World Bee Day 2020
This is why we are friends with bees
"If the bees disappeared off the surface of the globe, then man would have only four years of life left. No more bees, no more pollination, no more plants, no more animals, no more man.”
”Ending hunger is everyone's responsibility.”
— Ban Ki Moon, South Korean diplomat and the 8th Secretary-General of the United Nations from January 2007 to December 2016
”The ultimate goal of farming is not the growing of crops, but the cultivation and perfection of human beings.”
— Masanobu Fukuoka, Japanese farmer and philosopher
”Bees are a sign of well-functioning ecosystems.”
— José Graziano da Silva, Director-General of the Food and Agriculture Organization since January 2012
The importance of bees
In order to be able to feed the world’s growing population, we need ever more food, which must be diverse, balanced and of good quality to ensure the progress and well-being of humankind.Bees are renowned for their role in providing high-quality food (honey, royal jelly and pollen) and other products used in healthcare and other sectors (beeswax, propolis, honey bee venom).
But the work of bees entails much more! The greatest contribution of bees and other pollinators is the pollination of nearly three quarters of the plants that produce 90% of the world’s food. A third of the world’s food production depends on bees, i.e. every third spoonful of food depends on pollination.
Sustainable farming and income:
Over the past 50 years, the amount of crops that depend on pollinators (i.e. fruit, vegetables, seeds, nuts and oilseeds) has tripled. Bees play an important role in relation to the scope of agricultural production. Effective pollination increases the amount of agricultural produce, improves their quality and enhances plants’ resistance to pests.
Cultivated plants that depend on pollination are an important source of income to farmers, especially smaller farmers and family-owned farms in developing countries. They provide jobs and income to millions of people. According to the estimates of an international study conducted in 2016 by the Intergovernmental Science-Policy Platform on Biodiversity and Ecosystem Services, the annual global production of food that depends directly on pollination was worth between $235 and $577 billion.
Biodiversity and environmental protection:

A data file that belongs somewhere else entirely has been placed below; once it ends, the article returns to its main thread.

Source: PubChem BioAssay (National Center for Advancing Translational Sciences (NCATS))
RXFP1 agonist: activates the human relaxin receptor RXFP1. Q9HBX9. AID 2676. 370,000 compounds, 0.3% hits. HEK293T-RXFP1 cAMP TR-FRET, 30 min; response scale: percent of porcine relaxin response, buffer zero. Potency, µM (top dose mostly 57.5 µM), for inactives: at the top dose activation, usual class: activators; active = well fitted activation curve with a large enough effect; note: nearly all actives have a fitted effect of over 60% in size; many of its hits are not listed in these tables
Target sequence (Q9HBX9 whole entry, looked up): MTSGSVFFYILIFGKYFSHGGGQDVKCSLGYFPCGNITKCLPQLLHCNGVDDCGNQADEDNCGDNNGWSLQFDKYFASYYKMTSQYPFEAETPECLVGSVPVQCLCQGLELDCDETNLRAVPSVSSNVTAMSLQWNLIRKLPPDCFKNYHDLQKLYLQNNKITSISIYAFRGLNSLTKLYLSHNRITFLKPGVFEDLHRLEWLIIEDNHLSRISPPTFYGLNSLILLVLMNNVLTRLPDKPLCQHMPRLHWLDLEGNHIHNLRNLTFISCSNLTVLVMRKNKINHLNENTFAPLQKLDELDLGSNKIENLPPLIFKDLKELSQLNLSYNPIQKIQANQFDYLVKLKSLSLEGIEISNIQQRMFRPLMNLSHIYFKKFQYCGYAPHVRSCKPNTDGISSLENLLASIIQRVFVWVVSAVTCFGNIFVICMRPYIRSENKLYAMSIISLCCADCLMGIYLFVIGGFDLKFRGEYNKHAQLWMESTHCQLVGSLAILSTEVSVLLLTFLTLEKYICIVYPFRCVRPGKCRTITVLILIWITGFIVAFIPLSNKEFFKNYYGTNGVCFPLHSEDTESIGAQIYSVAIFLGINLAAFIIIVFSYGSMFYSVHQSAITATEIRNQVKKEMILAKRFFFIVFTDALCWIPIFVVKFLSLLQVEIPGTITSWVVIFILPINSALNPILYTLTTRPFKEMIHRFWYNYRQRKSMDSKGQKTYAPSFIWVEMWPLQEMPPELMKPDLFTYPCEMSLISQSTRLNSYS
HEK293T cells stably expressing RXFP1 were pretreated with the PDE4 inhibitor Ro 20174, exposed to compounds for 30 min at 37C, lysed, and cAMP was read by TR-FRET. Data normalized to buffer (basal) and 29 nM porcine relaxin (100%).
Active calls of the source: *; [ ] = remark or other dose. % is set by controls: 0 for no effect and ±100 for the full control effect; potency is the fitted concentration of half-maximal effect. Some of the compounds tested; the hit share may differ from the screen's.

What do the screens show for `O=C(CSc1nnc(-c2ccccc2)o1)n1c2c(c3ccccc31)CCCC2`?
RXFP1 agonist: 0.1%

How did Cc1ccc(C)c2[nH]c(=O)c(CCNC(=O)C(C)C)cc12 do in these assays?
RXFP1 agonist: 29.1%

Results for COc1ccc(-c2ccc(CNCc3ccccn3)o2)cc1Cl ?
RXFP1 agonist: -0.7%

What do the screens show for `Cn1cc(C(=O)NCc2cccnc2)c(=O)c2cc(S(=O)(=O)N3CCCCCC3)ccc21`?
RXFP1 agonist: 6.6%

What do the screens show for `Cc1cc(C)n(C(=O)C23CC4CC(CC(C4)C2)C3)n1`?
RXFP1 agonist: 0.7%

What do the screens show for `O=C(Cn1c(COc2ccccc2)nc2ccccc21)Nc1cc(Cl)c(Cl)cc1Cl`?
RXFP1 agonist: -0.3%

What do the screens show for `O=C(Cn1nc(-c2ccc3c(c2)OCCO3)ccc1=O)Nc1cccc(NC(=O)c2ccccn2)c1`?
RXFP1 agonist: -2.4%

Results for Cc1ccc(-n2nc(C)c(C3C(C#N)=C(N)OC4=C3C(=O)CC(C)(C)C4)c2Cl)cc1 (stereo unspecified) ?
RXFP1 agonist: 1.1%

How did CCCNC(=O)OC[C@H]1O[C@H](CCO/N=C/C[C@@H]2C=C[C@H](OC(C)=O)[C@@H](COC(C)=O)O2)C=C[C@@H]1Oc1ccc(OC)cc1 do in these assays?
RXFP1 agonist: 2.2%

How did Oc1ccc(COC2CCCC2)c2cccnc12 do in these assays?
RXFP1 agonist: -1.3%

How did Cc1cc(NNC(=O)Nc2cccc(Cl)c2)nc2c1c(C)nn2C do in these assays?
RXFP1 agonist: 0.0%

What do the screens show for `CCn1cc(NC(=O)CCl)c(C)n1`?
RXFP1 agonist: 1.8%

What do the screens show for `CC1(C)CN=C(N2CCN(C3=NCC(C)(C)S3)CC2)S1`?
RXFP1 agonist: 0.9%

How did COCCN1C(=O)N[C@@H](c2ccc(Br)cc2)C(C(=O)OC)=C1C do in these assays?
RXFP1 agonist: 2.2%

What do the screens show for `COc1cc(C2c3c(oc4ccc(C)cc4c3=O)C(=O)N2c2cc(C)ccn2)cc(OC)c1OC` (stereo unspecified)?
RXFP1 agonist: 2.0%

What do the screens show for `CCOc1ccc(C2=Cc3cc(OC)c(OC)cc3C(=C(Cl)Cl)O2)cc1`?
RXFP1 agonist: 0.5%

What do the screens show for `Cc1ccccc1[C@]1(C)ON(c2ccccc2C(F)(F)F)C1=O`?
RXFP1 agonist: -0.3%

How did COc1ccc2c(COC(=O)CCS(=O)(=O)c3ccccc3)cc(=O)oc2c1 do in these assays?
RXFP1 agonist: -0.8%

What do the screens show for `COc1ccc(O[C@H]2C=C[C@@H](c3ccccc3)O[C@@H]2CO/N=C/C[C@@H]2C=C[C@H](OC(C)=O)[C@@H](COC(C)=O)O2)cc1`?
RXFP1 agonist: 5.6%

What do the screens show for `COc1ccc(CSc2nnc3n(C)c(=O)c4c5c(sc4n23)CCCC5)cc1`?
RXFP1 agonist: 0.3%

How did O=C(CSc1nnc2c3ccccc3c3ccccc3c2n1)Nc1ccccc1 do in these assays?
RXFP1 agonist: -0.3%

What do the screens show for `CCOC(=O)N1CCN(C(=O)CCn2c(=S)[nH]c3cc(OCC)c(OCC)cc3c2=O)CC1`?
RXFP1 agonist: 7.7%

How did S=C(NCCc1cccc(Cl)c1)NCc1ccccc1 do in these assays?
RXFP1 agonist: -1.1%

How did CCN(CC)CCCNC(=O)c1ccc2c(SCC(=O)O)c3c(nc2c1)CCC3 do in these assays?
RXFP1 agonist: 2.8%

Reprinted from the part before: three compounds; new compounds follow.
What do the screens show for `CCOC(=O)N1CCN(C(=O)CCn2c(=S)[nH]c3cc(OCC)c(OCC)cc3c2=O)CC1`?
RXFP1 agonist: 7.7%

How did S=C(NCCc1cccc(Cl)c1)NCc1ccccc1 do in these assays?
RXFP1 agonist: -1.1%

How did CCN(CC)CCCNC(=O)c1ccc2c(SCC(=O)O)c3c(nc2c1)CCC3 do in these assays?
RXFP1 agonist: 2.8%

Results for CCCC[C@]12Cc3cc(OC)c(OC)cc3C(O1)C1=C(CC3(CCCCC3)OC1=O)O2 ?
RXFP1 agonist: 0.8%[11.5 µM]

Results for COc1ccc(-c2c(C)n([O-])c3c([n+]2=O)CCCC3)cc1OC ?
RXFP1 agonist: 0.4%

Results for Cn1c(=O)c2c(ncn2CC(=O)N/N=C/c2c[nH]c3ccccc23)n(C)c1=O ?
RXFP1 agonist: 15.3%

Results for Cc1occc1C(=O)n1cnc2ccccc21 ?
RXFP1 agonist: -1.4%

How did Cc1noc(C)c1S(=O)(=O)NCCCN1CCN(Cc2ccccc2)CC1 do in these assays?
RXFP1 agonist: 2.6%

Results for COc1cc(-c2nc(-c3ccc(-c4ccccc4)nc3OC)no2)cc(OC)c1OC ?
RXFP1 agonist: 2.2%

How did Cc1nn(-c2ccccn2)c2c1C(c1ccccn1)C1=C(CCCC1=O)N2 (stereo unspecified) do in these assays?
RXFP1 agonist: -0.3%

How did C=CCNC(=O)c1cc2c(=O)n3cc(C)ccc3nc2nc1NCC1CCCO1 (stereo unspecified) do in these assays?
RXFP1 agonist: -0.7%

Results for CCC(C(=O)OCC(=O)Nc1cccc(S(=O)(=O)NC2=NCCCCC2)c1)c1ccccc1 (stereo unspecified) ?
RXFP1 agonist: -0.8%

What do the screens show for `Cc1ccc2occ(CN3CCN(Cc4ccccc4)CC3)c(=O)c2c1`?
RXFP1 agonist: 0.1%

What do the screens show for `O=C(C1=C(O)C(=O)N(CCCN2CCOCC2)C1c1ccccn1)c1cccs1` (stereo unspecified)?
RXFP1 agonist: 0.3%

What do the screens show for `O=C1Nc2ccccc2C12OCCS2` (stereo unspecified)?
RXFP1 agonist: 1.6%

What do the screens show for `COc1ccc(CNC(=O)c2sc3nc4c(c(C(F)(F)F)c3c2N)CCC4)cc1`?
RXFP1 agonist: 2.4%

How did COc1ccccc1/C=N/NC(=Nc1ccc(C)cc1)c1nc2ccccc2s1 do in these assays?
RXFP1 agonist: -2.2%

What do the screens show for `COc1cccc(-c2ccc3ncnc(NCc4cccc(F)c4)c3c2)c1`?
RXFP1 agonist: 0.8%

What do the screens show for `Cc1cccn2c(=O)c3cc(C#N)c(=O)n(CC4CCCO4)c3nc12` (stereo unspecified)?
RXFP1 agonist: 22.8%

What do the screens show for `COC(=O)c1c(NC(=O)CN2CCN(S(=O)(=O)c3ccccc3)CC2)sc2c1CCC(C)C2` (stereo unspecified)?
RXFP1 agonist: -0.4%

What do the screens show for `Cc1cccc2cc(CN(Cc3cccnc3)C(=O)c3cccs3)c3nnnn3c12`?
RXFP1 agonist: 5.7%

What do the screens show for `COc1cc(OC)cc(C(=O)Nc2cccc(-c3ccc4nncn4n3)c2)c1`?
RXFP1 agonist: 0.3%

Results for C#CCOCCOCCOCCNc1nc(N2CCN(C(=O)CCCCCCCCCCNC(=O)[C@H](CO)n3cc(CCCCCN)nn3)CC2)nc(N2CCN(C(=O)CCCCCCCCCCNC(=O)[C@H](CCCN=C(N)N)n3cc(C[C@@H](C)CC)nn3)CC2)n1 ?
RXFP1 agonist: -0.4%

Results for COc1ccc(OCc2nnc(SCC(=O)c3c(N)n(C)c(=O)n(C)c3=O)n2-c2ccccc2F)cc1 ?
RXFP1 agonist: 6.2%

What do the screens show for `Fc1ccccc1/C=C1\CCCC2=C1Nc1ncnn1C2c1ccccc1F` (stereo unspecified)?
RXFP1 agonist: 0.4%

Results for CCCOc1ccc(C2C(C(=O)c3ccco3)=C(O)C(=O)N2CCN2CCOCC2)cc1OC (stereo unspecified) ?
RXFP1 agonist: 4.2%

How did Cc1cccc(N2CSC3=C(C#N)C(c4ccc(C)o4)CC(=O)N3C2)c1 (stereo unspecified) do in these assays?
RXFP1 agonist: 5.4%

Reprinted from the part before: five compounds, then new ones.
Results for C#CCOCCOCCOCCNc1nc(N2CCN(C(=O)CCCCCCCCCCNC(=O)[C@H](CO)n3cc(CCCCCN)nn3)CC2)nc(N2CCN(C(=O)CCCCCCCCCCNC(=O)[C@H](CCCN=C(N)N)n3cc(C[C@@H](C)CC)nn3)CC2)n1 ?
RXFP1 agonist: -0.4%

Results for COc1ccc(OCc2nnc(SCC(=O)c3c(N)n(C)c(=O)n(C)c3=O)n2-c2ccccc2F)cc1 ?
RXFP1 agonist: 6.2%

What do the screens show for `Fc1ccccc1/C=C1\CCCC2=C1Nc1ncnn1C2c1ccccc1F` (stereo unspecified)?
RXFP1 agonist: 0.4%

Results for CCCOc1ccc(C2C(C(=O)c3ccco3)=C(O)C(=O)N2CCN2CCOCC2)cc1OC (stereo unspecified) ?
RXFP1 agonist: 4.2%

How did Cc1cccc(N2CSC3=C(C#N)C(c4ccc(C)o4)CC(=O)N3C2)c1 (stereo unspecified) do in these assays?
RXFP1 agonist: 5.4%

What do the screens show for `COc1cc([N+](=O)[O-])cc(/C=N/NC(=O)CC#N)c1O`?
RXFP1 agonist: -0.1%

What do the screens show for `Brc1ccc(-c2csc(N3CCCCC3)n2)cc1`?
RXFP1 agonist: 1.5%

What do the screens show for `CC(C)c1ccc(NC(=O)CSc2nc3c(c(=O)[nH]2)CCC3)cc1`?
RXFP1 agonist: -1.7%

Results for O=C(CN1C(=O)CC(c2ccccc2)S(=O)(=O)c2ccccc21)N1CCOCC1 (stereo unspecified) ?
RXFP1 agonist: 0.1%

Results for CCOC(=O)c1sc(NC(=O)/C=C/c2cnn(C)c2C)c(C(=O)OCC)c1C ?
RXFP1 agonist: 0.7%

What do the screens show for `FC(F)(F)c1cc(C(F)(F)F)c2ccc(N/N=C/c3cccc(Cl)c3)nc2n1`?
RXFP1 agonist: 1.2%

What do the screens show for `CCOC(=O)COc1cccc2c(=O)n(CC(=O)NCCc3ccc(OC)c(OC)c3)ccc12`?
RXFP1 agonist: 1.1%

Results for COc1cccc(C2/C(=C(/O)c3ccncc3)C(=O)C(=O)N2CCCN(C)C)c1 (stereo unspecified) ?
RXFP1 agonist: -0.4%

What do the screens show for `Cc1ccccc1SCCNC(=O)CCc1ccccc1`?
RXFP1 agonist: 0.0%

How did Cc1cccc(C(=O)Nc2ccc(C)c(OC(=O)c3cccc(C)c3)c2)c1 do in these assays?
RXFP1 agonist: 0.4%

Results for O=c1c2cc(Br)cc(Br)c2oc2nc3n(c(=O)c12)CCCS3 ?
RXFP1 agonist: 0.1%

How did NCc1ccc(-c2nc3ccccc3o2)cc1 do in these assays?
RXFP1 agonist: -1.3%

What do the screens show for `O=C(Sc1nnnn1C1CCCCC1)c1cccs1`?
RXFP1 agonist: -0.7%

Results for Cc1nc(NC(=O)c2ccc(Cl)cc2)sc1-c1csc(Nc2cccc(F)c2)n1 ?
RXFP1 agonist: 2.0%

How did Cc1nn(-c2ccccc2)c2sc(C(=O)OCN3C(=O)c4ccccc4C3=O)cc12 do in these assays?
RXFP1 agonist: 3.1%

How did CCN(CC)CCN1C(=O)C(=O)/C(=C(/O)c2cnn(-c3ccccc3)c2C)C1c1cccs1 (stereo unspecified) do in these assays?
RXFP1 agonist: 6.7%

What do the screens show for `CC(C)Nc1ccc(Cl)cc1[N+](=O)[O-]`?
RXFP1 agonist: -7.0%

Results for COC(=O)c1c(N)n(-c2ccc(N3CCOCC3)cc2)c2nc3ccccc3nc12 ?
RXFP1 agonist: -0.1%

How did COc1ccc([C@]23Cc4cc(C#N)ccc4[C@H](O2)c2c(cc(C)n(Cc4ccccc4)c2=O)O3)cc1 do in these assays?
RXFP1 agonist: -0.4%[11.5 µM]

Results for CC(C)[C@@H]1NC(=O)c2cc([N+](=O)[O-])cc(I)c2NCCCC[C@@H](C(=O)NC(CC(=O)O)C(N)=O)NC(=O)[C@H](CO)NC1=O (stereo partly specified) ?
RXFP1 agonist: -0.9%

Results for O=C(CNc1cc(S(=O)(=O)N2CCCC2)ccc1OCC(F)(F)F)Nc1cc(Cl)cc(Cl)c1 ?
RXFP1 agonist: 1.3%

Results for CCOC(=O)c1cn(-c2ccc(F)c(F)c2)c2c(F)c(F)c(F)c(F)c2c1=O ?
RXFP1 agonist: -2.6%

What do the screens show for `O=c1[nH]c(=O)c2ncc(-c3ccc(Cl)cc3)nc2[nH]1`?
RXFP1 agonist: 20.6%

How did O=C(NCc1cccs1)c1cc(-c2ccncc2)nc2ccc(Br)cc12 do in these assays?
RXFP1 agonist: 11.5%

Bees are vital for the preservation of ecological balance and biodiversity in nature. They provide one of the most recognisable ecosystem services, i.e. pollination, which is what makes food production possible. By doing so, they protect and maintain ecosystems as well as animal and plant species, and contribute to genetic and biotic diversity.
Bees also act as indicators of the state of the environment. Their presence, absence or quantity tells us when something is happening with the environment and that appropriate action is needed. By observing the development and health of bees, it is possible to ascertain changes in the environment and implement the necessary precautionary measures in time.
Did You Know?
To make 1kg of honey, a bee must visit 4 million flowers and fly four times the distance around the world
Bees are among the only insects in the world that produce food people can eat
Bees pollinate as many as 170,000 species of plants
One honeybee alone can produce 1/12 teaspoon of honey in its life
Only the queen in the hive lays eggs, around 1,500 per day. Worker bees are all female.
Of the 100 species of crops that provide 90 percent of the world’s food, over 70 are pollinated by bees.
The vast majority of pollinator species are wild, including more than 20,000 species of bees.
Honeybees are the only bee species that die after a sting
10 things you can do for the bees
1. Plant or sow honey plants on balconies, terraces and gardens for decorative purposes.
2. Set up a nesting box for bees on your balcony, terrace or garden – you can do it yourself or buy it.
3. Maintain flowering meadows by using a greater variety of plants and by sowing honey plants in the meadows. A Admire flowering meadows and leave the flowers to the bee pasture.
4. Avoid mowing grass during the peak flourishing of plants and mow grass in the evening hours.
5. Allow beekeepers to temporarily or permanently settle bees on your agricultural surfaces. The bees will thus have proper plants to feed on, which will be properly pollinated and will bear more fruit.
6. As regards spraying, use pesticides that are harmless to bees and spray plants in windless weather conditions early in the morning or late in the evening, when bees are back to their hives.
7. Mulch flowering plants in orchards and vineyards before spraying with pesticides, in order to prevent them from attracting bees.
8. Raise children’s and teenagers’ awareness about the importance of bees.
9. Buy honey and other bee products from a local beekeeper.
10. Support beekeepers and attend events in support of bees.